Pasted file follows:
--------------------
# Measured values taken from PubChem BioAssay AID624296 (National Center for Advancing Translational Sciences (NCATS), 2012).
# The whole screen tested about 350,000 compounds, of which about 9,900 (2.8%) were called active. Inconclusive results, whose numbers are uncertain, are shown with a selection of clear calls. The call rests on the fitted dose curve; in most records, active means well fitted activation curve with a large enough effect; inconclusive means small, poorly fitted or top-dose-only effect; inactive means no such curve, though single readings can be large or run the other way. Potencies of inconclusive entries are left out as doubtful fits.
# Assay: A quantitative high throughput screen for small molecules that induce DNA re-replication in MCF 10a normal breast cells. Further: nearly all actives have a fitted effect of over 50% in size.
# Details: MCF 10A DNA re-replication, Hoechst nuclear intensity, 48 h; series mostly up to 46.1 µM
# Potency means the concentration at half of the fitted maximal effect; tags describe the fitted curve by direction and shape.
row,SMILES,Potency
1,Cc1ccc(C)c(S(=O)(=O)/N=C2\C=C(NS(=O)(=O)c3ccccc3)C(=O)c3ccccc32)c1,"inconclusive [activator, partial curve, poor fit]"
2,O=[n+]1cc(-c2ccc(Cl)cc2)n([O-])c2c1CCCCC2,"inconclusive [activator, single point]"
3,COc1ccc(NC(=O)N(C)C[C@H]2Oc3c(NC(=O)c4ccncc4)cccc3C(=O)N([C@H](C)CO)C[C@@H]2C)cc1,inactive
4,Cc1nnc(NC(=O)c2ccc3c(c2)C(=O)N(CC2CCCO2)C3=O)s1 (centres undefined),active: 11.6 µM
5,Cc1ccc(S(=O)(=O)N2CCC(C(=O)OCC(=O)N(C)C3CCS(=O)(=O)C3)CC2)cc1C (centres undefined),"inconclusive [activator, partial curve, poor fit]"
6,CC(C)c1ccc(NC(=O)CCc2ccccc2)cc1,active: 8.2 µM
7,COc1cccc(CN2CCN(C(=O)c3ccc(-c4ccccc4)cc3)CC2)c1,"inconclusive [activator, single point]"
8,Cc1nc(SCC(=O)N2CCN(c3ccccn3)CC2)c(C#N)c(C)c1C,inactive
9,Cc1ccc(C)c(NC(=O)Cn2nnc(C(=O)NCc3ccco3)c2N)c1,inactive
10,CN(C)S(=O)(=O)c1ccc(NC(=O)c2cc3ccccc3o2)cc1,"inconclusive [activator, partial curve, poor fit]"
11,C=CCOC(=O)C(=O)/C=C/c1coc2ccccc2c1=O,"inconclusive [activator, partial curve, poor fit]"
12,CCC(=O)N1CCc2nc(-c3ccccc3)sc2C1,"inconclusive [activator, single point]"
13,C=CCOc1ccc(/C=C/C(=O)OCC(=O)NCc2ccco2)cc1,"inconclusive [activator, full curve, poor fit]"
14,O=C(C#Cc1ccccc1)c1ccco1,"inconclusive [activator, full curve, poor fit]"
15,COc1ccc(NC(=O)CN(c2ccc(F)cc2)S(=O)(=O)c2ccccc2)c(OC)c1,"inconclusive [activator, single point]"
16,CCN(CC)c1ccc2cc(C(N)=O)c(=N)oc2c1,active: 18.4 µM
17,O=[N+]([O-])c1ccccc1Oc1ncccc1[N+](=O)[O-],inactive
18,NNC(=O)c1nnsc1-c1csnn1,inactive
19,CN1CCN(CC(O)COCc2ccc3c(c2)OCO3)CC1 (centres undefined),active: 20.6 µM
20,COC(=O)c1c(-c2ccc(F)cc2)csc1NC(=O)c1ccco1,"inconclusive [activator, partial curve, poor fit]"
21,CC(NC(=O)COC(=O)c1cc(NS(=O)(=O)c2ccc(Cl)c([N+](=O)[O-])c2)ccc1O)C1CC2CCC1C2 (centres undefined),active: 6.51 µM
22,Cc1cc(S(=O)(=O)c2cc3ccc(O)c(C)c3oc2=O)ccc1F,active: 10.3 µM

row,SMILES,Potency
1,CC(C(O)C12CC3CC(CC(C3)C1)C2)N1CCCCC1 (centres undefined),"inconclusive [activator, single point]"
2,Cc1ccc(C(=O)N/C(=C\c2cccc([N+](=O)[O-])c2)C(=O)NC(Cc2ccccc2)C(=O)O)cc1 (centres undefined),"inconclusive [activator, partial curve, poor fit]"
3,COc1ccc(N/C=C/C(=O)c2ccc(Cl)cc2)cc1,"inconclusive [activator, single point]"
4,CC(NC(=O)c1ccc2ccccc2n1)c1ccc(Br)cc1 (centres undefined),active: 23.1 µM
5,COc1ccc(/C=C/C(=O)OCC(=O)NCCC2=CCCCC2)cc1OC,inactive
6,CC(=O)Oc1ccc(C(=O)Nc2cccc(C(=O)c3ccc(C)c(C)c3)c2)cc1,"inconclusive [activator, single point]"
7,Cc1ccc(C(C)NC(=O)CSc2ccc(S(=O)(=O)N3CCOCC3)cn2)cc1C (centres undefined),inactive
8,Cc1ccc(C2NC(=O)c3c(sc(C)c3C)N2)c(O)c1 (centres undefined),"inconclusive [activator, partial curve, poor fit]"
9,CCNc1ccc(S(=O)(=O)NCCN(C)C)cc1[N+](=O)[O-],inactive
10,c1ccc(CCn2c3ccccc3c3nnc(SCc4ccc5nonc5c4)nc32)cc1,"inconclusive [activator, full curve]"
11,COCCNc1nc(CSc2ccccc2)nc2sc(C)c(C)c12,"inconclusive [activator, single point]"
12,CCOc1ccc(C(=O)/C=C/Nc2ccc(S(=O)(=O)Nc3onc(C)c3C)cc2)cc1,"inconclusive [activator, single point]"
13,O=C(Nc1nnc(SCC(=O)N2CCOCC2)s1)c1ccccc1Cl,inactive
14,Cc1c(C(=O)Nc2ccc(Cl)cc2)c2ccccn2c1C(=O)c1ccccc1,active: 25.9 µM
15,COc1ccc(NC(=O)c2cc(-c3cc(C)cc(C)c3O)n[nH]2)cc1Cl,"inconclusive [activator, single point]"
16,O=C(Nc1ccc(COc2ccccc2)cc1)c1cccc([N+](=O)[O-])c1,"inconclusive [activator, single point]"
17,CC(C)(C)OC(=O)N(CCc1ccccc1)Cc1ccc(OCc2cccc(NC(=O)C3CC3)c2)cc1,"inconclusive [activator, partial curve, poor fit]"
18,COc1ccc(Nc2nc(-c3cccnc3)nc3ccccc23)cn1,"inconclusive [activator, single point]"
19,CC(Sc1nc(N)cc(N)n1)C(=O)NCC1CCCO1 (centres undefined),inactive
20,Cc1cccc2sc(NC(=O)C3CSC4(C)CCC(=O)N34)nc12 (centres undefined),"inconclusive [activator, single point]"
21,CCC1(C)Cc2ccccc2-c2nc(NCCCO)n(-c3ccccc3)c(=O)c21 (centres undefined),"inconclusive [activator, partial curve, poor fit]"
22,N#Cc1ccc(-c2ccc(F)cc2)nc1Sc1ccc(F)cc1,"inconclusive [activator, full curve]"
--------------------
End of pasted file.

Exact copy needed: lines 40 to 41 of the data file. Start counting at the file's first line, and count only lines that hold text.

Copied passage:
11,COCCNc1nc(CSc2ccccc2)nc2sc(C)c(C)c12,"inconclusive [activator, single point]"
12,CCOc1ccc(C(=O)/C=C/Nc2ccc(S(=O)(=O)Nc3onc(C)c3C)cc2)cc1,"inconclusive [activator, single point]"